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Dolwyddelan Castle



Now March is here, snow yesterday, but luckily it disappeared as quickly as it came, ground too wet. We took the opportunity in between the showers on Saturday to walk with some friends near Dolwyddelan Castle, it has been a while since John and I have been and it still is a remarkable place and well worth a visit.

A little history about this Welsh castle, it was built in the early 13th century, functioned as a guard post along a main route through North Wales. It was reputed to be the birthplace of Llywelyn the Great, though it is now thought that he was born at Tomen Castell, a small tower that previously stood on a nearby hill, and that he built Dolwyddelan Castle. On 18 January 1283 it was captured by Edward I of England’s forces during the final stages of his conquest of Wales. Some historians have suggested that there may have been a deal between the defenders of the castle and Edward I in which its surrender was negotiated. The castle was then modified and strengthened until at least 1286 for occupation by an English garrison with recorded repairs including carpentry, the bridge, and the water mill.

Edwardian troops maintained a military presence here until 1290. As the long-term strategy of control in Wales began to rely on military and administrative centres accessible by sea, the inland castles became obsolete.

In the 15th century, the upper storey and drainage system were added to the keep by local lord Maredudd ap Ieuan who acquired the lease in 1488. It was restored and partly re-modelled in the 19th century by Lord Willoughby de Eresby, who added the distinctive battlements. It was reported that in around 1810 one of the towers may have collapsed.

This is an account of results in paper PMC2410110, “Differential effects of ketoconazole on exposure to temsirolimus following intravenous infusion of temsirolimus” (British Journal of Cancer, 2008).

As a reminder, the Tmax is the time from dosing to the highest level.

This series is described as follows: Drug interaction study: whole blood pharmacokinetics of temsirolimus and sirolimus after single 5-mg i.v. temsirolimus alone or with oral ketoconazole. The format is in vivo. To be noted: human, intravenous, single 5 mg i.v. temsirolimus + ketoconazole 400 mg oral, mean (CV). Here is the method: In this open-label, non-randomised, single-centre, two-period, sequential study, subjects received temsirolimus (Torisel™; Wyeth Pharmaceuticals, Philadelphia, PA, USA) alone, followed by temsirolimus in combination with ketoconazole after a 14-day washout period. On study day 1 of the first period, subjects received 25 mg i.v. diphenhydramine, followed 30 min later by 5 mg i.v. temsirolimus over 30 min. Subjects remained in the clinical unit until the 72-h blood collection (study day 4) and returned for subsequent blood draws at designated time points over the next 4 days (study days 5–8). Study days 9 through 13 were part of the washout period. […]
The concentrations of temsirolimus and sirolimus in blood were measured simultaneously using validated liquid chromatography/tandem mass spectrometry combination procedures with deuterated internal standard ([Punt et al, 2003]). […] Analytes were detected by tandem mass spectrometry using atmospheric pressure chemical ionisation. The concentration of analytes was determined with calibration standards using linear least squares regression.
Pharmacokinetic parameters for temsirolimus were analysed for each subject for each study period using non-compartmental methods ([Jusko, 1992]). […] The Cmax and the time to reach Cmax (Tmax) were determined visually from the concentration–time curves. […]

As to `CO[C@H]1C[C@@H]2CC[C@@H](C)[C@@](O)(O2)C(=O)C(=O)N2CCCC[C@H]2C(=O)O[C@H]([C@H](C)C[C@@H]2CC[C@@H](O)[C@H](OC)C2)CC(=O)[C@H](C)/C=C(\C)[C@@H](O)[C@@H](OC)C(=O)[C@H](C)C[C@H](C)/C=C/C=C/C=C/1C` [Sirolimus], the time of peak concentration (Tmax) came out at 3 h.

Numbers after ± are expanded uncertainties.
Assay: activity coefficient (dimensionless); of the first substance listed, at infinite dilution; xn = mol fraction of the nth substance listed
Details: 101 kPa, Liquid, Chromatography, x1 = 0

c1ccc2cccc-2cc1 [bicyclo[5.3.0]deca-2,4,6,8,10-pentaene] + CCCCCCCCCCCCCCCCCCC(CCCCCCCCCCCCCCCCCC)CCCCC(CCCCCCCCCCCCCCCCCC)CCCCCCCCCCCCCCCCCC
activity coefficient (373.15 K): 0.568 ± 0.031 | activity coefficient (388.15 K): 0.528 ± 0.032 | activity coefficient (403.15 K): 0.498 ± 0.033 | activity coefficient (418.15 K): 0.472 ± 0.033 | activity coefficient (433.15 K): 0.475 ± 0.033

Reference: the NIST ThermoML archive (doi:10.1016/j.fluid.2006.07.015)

In 1930 the building was placed under the guardianship of the Ministry of Works. The castle is now under the protection of Cadw, which is part of the Welsh Assembly’s historic environment division.

We met our friends at the station car park (not many trains run now but still it is good to see the line up and working), after a nice gently start to our walk we too a sharp right through the newly cut forestry on to the top of the ridge, we then followed this round walking the ridge until lunchtime, by this stage the rain had started and we headed to the shelter of the trees to eat our picnic. Much discussion was had as to whether we would continue along the ridge to the next point or head down through the forest to the track and then back to Dolwyddelan. As three of us were rather wet and cold we decided that it would have been a silly idea to continue in such poor weather so the shorter route was taken back down the valley. We then headed into Betwys-Coed for a glass of cider, and amazingly even on a cold wet March day the town is buzzing, and it was hard to get a table to sit!

So we have some weekends left in March, so come and stay and bring your dog and do some lovely long walks or even visit Dolwyddelan Castle, now at last the days are drawing out.

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